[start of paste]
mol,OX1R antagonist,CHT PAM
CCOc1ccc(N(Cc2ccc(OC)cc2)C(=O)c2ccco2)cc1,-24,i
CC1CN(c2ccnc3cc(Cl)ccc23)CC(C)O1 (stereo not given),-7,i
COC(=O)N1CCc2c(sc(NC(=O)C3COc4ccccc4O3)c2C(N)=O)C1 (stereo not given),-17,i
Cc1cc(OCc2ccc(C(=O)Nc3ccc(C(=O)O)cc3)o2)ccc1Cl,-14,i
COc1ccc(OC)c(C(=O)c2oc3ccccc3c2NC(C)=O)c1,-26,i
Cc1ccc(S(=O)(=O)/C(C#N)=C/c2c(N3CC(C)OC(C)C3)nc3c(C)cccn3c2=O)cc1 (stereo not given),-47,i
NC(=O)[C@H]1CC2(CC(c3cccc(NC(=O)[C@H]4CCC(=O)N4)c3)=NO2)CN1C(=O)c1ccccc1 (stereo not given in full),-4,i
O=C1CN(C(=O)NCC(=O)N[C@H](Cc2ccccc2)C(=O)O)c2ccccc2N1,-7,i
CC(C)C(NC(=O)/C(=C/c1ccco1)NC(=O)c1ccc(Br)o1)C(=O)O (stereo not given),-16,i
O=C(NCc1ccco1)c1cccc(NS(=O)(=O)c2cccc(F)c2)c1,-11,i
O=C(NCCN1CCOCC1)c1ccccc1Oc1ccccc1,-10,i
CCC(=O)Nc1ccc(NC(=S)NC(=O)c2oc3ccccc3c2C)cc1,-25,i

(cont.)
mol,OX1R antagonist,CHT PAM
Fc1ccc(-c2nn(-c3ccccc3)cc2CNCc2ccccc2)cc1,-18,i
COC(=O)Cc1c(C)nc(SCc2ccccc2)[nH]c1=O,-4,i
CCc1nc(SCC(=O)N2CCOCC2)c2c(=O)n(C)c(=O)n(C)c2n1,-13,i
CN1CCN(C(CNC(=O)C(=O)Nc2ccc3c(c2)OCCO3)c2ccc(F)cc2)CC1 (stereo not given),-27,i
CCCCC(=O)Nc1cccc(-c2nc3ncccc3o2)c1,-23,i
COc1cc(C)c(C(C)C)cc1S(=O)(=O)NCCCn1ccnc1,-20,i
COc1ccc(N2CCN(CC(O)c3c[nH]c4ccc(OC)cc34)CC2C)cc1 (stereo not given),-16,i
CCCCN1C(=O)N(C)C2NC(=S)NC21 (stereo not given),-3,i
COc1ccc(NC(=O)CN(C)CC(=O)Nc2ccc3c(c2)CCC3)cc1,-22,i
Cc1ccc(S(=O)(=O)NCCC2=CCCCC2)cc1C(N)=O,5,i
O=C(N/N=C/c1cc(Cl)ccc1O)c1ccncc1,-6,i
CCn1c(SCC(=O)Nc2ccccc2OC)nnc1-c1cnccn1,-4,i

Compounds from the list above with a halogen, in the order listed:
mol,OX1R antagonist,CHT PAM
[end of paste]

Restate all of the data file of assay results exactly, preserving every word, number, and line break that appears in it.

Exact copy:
mol,OX1R antagonist,CHT PAM
CCOc1ccc(N(Cc2ccc(OC)cc2)C(=O)c2ccco2)cc1,-24,i
CC1CN(c2ccnc3cc(Cl)ccc23)CC(C)O1 (stereo not given),-7,i
COC(=O)N1CCc2c(sc(NC(=O)C3COc4ccccc4O3)c2C(N)=O)C1 (stereo not given),-17,i
Cc1cc(OCc2ccc(C(=O)Nc3ccc(C(=O)O)cc3)o2)ccc1Cl,-14,i
COc1ccc(OC)c(C(=O)c2oc3ccccc3c2NC(C)=O)c1,-26,i
Cc1ccc(S(=O)(=O)/C(C#N)=C/c2c(N3CC(C)OC(C)C3)nc3c(C)cccn3c2=O)cc1 (stereo not given),-47,i
NC(=O)[C@H]1CC2(CC(c3cccc(NC(=O)[C@H]4CCC(=O)N4)c3)=NO2)CN1C(=O)c1ccccc1 (stereo not given in full),-4,i
O=C1CN(C(=O)NCC(=O)N[C@H](Cc2ccccc2)C(=O)O)c2ccccc2N1,-7,i
CC(C)C(NC(=O)/C(=C/c1ccco1)NC(=O)c1ccc(Br)o1)C(=O)O (stereo not given),-16,i
O=C(NCc1ccco1)c1cccc(NS(=O)(=O)c2cccc(F)c2)c1,-11,i
O=C(NCCN1CCOCC1)c1ccccc1Oc1ccccc1,-10,i
CCC(=O)Nc1ccc(NC(=S)NC(=O)c2oc3ccccc3c2C)cc1,-25,i

(cont.)
mol,OX1R antagonist,CHT PAM
Fc1ccc(-c2nn(-c3ccccc3)cc2CNCc2ccccc2)cc1,-18,i
COC(=O)Cc1c(C)nc(SCc2ccccc2)[nH]c1=O,-4,i
CCc1nc(SCC(=O)N2CCOCC2)c2c(=O)n(C)c(=O)n(C)c2n1,-13,i
CN1CCN(C(CNC(=O)C(=O)Nc2ccc3c(c2)OCCO3)c2ccc(F)cc2)CC1 (stereo not given),-27,i
CCCCC(=O)Nc1cccc(-c2nc3ncccc3o2)c1,-23,i
COc1cc(C)c(C(C)C)cc1S(=O)(=O)NCCCn1ccnc1,-20,i
COc1ccc(N2CCN(CC(O)c3c[nH]c4ccc(OC)cc34)CC2C)cc1 (stereo not given),-16,i
CCCCN1C(=O)N(C)C2NC(=S)NC21 (stereo not given),-3,i
COc1ccc(NC(=O)CN(C)CC(=O)Nc2ccc3c(c2)CCC3)cc1,-22,i
Cc1ccc(S(=O)(=O)NCCC2=CCCCC2)cc1C(N)=O,5,i
O=C(N/N=C/c1cc(Cl)ccc1O)c1ccncc1,-6,i
CCn1c(SCC(=O)Nc2ccccc2OC)nnc1-c1cnccn1,-4,i

Compounds from the list above with a halogen, in the order listed:
mol,OX1R antagonist,CHT PAM